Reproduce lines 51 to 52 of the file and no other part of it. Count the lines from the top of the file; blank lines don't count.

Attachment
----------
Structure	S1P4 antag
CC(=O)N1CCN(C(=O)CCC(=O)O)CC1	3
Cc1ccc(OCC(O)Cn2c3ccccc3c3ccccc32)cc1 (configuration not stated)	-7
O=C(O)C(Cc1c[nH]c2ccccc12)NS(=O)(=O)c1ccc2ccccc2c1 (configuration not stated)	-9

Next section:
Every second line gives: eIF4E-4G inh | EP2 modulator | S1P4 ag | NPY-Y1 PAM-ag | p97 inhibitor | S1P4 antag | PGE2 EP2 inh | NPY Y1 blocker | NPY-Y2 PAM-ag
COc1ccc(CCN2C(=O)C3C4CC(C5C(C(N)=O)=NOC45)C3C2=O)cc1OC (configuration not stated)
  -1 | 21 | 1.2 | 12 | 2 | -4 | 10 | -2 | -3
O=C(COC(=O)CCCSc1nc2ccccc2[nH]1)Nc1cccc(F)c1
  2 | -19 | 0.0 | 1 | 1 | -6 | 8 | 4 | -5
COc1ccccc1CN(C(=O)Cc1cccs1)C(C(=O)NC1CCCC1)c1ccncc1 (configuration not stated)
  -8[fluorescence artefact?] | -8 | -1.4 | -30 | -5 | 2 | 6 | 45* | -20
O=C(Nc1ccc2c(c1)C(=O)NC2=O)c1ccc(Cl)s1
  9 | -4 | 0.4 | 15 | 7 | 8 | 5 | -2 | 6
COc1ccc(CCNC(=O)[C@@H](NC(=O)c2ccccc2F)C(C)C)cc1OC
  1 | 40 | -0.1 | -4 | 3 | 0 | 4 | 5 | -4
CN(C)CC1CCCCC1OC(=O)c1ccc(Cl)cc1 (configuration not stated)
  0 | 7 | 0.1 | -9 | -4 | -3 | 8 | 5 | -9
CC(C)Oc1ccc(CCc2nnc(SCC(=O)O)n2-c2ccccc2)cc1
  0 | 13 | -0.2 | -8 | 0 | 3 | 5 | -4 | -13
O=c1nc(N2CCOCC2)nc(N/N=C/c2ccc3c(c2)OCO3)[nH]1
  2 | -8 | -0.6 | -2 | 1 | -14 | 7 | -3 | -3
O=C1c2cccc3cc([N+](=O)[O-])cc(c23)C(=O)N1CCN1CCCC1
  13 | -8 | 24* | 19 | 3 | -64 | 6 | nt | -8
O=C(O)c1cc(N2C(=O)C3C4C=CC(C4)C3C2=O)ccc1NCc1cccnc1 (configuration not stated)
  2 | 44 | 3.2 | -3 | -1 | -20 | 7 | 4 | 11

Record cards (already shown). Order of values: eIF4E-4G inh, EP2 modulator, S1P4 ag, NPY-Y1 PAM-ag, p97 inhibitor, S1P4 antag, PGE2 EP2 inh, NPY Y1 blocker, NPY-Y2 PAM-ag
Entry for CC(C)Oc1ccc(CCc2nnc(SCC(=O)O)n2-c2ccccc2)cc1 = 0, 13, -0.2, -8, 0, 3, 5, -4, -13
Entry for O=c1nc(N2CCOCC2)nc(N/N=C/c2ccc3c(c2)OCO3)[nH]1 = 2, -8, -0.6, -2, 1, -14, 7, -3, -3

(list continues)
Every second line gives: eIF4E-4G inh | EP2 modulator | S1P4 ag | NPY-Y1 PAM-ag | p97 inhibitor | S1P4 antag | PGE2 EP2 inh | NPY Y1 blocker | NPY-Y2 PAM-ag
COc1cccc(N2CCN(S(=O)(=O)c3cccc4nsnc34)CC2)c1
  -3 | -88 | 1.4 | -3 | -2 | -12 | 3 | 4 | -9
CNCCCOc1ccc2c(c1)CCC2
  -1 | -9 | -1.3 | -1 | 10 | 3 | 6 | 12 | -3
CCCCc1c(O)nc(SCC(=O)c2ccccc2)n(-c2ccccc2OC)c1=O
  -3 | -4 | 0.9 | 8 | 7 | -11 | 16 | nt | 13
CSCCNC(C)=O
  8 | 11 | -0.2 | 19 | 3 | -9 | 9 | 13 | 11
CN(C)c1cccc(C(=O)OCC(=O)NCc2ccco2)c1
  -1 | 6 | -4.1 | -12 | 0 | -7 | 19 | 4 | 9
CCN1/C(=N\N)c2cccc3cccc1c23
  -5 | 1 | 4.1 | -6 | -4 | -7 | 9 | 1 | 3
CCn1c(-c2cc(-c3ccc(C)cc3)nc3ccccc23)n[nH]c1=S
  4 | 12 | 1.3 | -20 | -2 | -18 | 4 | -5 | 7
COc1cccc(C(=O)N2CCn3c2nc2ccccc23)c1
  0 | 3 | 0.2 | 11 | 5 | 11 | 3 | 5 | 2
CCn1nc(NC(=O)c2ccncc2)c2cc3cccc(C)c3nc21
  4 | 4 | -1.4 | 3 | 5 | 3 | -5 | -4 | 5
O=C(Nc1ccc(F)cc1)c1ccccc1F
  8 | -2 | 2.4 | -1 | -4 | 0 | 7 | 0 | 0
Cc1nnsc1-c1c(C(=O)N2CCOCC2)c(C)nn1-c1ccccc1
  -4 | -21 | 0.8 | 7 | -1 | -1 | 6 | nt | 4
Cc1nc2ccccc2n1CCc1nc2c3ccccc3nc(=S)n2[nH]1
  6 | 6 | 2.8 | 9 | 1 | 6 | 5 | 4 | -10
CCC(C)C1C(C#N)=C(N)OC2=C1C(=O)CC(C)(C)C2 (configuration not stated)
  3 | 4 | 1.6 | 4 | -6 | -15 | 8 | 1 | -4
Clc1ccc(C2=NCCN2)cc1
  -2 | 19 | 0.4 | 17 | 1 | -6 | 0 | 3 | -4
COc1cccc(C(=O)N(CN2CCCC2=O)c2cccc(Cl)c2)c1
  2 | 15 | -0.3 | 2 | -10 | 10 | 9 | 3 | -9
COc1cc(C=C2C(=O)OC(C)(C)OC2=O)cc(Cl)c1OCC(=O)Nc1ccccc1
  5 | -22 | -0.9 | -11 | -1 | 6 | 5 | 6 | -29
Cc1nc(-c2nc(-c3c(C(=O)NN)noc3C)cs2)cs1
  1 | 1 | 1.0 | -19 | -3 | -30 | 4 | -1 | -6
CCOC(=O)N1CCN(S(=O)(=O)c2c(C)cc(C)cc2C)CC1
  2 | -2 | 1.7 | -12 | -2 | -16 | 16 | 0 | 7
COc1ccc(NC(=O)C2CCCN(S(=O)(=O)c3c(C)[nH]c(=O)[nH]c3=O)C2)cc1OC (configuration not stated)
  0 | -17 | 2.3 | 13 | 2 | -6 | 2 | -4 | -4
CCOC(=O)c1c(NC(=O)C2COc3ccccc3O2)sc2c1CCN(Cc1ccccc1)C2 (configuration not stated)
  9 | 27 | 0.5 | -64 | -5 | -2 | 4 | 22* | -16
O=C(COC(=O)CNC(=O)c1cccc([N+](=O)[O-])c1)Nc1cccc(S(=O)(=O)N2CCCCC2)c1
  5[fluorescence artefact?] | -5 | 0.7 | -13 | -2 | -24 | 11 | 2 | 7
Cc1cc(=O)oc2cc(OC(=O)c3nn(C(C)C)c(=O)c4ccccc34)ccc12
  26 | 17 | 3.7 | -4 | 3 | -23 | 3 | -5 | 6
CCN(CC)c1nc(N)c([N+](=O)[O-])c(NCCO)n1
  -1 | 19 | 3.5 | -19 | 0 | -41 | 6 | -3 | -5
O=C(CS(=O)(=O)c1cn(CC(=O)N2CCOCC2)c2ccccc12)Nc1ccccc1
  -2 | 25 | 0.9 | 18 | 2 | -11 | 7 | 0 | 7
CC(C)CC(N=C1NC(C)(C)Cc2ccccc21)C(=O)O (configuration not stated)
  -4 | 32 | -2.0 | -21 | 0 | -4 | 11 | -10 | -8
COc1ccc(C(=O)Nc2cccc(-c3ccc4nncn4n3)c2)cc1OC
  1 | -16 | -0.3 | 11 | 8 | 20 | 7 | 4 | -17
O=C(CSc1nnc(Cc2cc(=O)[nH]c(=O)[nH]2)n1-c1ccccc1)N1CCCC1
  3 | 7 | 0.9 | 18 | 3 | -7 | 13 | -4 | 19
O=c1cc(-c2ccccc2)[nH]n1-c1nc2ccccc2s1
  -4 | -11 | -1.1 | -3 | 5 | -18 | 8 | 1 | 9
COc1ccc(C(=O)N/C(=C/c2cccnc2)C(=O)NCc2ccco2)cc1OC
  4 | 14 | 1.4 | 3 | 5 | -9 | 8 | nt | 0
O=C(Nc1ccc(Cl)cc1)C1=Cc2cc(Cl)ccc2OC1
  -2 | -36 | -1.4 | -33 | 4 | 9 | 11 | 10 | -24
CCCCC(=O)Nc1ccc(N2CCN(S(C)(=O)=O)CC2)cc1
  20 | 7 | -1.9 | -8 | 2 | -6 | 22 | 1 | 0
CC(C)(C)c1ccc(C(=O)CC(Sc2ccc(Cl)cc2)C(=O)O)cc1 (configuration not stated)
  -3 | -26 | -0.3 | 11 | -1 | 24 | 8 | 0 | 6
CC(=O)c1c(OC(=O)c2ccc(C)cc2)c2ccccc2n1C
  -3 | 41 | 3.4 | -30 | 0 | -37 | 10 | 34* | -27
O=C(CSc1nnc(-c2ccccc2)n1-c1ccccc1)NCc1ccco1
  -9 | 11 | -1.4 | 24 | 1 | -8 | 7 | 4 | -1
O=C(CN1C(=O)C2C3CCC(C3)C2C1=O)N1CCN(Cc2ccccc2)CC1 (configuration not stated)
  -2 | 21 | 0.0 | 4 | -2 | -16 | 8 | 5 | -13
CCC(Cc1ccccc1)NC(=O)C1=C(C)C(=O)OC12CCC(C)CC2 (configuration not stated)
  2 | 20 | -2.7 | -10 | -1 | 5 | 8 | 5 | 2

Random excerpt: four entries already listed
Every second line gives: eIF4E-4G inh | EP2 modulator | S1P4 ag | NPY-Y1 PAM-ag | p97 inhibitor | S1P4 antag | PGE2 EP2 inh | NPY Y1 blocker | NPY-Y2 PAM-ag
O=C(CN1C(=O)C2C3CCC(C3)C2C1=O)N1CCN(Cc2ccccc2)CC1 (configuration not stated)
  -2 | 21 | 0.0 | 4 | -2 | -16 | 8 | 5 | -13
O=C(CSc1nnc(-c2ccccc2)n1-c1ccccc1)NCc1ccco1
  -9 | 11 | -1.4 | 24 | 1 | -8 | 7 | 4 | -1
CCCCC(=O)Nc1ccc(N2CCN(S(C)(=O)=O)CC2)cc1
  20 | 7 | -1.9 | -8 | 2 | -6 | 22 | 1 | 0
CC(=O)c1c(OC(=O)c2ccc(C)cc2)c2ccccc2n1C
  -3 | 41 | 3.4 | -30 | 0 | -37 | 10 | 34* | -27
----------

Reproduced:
  8 | -2 | 2.4 | -1 | -4 | 0 | 7 | 0 | 0
Cc1nnsc1-c1c(C(=O)N2CCOCC2)c(C)nn1-c1ccccc1